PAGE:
Lord Byron

Lord Byron Poems

Lord Byron was one of the leading figures of the Romantic movement and is widely regarded as one of the greatest English-language poets of all time. His work is still commonly read by poetry lovers and scholars alike. His poetic works include ‘Hours of Idleness,’ ‘Lara, A Tale’ and ‘Hebrew Melodies.’

Apostrophe to the Ocean

by Lord Byron

‘Apostrophe to the Ocean’ by Lord Byron is an excerpt from Byron’s long, epic poem ‘Childe Harold’s Pilgrimage.’ The excerpt includes seven stanzas from the poem, starting with stanza CLXXVIII, or 178, and ending with stanza 184. 

This is a beautiful excerpt from Lord Byron's poetry. It deals with themes that he's well-known for and successfully demonstrates his skill with language and his poetic style. The seven stanzas should be considered some of Byron's most interesting and effective.

There is a pleasure in the pathless woods,

There is a rapture on the lonely shore,

There is society where none intrudes,

By the deep Sea, and music in its roar:

Explore more poems from Lord Byron

Oh! Snatched Away in Beauty’s Bloom

by Lord Byron

‘Oh! Snatch’s Away in Beauty’s Bloom’ by Lord Byron is a beautiful poem about grief and the importance of expressing such emotions as a means of catharsis.

This is another beautiful poem from Lord Byron that underscores the various Romantic ideals and sentiments contained within his poetry. This includes a reverence for nature that translates to the speaker's love of their dead beloved. But the poem also crucially presents Byron's argument in favor of emotion and such sentimentalism as grieving for those who've died, presenting it as neither weakness nor a riddle to be solved by reason.

Oh! snatched away in beauty’s bloom,

On thee shall press no ponderous tomb;

But on thy turf shall roses rear

Their leaves, the earliest of ' the year;


by Lord Byron

‘Solitude’ describes how a person can feel content and supported in nature, yet isolated and alone when surrounded by other people.

The poem captures Byron's sense of respect and awe in nature, though perhaps it fails to capture his infamous enjoyment of the company of others. This poem is not regarded as Byroin's best-known, but it is still well-worth reading if you enjoy the poet's work.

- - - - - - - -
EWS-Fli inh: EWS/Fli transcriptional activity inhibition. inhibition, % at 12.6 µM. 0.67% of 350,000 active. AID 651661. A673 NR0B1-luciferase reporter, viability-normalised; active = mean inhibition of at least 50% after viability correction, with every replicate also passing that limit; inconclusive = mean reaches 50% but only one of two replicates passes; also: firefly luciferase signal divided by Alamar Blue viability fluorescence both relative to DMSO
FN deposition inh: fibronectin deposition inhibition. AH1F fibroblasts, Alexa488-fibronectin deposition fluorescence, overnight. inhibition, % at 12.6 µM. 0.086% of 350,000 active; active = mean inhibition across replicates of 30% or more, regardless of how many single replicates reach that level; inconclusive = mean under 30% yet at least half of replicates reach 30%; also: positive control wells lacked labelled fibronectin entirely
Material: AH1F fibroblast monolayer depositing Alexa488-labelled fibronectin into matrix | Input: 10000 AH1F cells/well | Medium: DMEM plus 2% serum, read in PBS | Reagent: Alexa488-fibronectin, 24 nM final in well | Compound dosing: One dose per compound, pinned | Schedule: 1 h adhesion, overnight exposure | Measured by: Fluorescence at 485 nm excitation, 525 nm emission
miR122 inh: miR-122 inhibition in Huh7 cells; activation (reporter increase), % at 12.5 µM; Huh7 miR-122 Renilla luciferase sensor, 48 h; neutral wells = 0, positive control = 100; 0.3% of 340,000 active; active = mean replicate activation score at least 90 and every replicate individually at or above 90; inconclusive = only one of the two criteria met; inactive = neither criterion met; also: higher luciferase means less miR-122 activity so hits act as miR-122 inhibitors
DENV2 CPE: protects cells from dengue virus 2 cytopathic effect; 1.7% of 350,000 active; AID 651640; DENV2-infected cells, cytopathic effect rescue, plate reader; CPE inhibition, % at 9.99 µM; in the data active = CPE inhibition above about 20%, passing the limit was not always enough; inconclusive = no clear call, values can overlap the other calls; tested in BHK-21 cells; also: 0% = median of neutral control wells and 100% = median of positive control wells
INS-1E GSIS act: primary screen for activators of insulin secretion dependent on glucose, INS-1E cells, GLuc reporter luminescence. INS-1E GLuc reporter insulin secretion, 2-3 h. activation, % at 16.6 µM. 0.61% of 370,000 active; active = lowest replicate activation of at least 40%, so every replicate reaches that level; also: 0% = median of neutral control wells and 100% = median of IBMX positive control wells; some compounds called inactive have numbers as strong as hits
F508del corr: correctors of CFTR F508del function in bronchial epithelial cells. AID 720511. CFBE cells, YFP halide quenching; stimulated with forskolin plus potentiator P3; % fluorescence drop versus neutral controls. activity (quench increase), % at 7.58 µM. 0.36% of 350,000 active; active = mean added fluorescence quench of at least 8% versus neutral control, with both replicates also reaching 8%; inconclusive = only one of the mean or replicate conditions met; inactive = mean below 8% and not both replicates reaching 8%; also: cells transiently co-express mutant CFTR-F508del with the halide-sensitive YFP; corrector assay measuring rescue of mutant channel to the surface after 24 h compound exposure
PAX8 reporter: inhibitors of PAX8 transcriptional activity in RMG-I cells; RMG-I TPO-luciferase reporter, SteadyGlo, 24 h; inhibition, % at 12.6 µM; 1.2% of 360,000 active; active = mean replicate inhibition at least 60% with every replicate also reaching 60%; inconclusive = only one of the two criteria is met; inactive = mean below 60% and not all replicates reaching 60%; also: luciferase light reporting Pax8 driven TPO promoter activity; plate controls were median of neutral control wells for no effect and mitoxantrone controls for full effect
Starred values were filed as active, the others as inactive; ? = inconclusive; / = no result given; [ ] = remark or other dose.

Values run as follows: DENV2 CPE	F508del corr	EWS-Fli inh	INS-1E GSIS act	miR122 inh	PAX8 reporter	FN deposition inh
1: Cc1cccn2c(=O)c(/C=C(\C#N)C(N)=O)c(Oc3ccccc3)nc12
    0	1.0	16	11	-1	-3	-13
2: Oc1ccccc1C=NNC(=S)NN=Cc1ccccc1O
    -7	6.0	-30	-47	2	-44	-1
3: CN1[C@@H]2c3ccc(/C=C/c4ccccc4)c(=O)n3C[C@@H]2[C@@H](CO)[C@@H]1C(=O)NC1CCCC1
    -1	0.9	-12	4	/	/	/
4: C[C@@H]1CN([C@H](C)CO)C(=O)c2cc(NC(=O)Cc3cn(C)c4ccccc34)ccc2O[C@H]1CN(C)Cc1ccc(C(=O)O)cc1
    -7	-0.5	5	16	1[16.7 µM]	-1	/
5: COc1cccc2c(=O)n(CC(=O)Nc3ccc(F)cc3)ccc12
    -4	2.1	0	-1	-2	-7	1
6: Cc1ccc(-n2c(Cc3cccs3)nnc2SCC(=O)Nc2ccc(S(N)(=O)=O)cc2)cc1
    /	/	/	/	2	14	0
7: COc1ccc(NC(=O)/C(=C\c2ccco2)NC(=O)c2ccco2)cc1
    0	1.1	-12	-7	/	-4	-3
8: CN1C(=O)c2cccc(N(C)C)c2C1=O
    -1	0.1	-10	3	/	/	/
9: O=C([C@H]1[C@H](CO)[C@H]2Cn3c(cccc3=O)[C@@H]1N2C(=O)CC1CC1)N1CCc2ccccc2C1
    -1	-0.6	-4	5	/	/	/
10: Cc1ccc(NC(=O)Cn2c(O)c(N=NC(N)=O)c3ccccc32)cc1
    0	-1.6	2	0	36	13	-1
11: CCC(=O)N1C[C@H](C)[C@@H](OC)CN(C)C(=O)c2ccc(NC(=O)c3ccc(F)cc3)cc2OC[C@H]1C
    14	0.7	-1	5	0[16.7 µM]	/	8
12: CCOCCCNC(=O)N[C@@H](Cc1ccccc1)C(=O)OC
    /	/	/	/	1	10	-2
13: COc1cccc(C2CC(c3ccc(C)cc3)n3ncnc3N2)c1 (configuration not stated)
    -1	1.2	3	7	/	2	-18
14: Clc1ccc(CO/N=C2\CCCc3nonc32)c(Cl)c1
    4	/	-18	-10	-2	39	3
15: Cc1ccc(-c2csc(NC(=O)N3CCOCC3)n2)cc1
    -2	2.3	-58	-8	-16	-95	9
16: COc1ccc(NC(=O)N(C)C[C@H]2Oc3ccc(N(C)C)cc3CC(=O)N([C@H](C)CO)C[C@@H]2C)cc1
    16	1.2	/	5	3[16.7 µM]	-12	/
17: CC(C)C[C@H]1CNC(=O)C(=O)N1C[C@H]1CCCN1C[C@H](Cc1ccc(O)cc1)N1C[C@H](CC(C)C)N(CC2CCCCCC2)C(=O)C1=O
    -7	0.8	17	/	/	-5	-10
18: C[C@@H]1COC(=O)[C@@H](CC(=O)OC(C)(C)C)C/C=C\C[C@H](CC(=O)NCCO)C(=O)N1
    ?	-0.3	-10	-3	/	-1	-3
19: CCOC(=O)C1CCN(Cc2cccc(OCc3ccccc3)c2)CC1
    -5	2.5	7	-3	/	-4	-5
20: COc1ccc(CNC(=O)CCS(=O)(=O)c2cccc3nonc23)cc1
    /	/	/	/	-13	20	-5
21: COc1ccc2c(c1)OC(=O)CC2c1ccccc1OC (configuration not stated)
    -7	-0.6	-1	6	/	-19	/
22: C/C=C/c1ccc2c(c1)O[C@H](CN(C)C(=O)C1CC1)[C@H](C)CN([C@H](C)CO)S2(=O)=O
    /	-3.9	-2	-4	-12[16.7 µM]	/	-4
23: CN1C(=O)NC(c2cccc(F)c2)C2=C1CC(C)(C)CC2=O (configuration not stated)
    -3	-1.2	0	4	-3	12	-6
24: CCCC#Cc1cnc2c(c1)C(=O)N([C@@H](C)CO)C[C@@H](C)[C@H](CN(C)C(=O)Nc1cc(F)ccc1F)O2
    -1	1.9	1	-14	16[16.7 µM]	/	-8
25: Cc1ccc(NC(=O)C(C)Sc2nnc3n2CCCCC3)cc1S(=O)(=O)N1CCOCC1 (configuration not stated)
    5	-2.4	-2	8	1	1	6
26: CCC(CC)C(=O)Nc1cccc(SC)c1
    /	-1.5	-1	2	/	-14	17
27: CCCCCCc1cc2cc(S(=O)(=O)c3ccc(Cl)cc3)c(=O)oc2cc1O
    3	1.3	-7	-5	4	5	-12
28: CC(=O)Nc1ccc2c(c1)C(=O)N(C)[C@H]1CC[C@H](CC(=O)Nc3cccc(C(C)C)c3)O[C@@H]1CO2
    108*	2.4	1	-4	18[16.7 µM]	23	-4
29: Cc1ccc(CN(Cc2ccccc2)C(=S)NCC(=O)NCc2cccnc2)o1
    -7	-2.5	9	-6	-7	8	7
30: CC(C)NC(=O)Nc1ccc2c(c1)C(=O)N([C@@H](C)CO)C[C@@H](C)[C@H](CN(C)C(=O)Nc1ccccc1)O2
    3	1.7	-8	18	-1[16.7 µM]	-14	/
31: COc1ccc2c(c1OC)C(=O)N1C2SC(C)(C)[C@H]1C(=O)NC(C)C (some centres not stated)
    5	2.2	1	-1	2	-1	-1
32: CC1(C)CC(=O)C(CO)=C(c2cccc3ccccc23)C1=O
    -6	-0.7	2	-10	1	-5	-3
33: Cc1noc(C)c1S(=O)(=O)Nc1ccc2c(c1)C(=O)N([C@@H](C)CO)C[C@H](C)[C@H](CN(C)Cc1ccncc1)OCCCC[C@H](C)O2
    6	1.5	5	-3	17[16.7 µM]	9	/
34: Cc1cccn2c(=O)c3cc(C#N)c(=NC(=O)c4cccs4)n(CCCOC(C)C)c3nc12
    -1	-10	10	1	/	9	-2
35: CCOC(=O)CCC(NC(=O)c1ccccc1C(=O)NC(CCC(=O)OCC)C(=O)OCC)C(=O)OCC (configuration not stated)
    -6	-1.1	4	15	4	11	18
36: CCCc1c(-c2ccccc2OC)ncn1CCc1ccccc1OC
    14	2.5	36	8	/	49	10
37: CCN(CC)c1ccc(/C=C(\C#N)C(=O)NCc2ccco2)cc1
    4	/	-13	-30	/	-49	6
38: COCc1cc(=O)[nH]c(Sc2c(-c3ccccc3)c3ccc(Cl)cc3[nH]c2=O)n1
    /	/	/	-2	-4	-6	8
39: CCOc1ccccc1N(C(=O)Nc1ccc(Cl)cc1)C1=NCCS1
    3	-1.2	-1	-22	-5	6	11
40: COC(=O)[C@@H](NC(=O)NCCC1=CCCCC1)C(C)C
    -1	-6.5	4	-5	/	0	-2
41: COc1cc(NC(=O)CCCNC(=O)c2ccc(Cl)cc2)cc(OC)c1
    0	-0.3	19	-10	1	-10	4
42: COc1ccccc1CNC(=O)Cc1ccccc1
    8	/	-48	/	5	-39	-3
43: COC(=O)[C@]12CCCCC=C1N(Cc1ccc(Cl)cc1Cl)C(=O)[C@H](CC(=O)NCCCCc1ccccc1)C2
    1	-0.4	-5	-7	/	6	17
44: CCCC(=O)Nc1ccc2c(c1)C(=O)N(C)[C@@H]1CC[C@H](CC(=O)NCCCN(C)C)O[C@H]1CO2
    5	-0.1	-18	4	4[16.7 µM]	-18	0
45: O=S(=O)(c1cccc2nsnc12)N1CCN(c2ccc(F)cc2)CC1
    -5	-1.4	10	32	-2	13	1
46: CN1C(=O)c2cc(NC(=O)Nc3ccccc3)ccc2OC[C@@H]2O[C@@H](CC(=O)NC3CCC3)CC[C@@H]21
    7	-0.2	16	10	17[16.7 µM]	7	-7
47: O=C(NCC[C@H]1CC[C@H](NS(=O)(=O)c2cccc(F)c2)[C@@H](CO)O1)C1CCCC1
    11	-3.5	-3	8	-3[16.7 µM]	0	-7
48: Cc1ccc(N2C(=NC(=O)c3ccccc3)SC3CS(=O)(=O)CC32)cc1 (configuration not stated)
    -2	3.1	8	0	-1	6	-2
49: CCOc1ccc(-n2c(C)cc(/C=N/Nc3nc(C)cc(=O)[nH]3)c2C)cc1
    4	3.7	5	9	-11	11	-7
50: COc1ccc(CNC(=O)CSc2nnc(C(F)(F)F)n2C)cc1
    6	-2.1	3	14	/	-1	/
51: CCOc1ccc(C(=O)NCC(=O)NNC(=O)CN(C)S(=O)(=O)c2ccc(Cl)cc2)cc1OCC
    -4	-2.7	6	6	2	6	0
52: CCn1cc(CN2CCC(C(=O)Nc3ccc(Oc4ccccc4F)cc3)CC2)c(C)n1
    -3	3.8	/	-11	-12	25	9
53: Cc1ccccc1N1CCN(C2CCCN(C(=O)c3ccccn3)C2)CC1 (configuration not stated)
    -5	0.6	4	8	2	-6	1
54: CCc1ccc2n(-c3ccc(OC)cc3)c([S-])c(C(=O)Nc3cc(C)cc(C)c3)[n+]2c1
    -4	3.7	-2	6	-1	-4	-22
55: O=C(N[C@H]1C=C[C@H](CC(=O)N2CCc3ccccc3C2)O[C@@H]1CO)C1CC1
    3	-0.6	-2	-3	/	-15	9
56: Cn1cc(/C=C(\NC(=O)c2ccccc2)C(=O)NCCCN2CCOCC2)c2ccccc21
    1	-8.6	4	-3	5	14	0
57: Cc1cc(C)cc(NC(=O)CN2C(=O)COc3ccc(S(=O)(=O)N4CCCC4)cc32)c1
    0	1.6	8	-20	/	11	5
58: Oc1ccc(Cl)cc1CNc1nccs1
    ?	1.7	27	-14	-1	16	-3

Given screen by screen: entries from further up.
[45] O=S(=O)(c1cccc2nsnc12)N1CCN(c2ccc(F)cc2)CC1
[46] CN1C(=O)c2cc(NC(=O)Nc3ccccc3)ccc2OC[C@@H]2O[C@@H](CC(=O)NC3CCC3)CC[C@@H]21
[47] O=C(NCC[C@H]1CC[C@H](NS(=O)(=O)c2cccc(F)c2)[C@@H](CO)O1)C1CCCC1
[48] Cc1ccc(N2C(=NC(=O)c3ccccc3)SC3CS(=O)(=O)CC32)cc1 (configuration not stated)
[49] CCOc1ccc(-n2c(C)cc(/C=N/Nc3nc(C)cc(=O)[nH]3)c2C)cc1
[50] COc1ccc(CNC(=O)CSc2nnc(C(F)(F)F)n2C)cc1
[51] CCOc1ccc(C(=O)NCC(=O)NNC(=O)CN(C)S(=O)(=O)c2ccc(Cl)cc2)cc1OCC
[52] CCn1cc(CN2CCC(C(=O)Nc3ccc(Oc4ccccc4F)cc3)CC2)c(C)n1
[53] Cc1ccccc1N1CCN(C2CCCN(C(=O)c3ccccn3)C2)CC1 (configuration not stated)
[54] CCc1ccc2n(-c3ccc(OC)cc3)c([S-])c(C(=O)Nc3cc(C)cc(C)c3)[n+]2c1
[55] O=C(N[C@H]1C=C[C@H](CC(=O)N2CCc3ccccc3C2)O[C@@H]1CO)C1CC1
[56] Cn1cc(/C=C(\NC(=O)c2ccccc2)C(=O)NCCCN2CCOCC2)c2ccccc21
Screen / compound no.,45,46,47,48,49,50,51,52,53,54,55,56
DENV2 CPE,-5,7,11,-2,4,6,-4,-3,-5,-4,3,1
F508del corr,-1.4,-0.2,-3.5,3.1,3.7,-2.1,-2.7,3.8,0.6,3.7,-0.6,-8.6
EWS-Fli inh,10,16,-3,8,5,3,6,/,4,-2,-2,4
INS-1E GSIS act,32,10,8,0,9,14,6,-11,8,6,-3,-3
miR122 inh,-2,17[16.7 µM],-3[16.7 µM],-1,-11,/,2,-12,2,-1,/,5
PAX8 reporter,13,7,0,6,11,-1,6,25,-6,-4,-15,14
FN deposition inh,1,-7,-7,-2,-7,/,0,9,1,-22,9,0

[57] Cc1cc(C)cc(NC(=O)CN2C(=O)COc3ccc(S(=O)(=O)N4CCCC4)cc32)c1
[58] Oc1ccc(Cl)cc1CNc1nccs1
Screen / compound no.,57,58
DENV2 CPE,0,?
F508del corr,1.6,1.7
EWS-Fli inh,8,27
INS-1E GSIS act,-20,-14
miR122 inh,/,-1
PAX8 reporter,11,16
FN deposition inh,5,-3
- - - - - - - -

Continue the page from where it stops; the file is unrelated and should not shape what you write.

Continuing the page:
To sit on rocks, to muse o'er flood and fell,

To slowly trace the forest's shady scene,

Where things that own not man's dominion dwell,

And mortal foot hath ne'er or rarely been;


by Lord Byron

‘Darkness’ by Lord Byron serves as a warning against the growing inequality in Byron’s time and a prediction for what will happen to the planet if the human race does not change. 

I had a dream, which was not all a dream.

The bright sun was extinguish'd, and the stars

Did wander darkling in the eternal space,

Rayless, and pathless, and the icy earth

Epitaph to a Dog

by Lord Byron

‘Epitaph to a Dog’ by Lord Byron is also known as ‘Inscription on the Monument to a Newfoundland Dog.’ It was written in 1808 after the poet’s dog Boatswain died of rabies.

Fare Thee Well

by Lord Byron

‘Fare Thee Well’ by Lord Byron is a fifteen stanza poem written by Byron after separating from his wife in the early 1800s.

My Soul is Dark

by Lord Byron

Like poetry such as ‘My Soul is Dark’, music is a powerful art form that can be used to strongly

On the Death of a Young Lady

by Lord Byron

Lord Byron wrote ‘On the Death of a Young Lady’ in memory of his cousin Margaret Parker. This poem contains great emotional content, focusing on atmosphere over the story.

She Walks in Beauty

by Lord Byron

Scholars believe that ‘She Walks in Beauty’ was written when Byron met his cousin Mrs. Anne Beatrix Wilmont.

Stanzas for Music

by Lord Byron

‘Stanzas for Music’ by Lord Byron is a sixteen line poem that is separated into two sets of eight lines,

The Vision of Judgement

by Lord Byron

Lord George Gordon Byron, poet to The Vision of Judgement, was no stranger to infamy. Throughout his admittedly short life, he was

To Caroline

by Lord Byron

Most people wouldn’t think of the kind of man to embark on wildly flamboyant sexual affairs as being one to

When We Two Parted

by Lord Byron

Lord George Gordon Byron, the poet to ‘When We Two Parted’, was well-known in his time and remains well-known today

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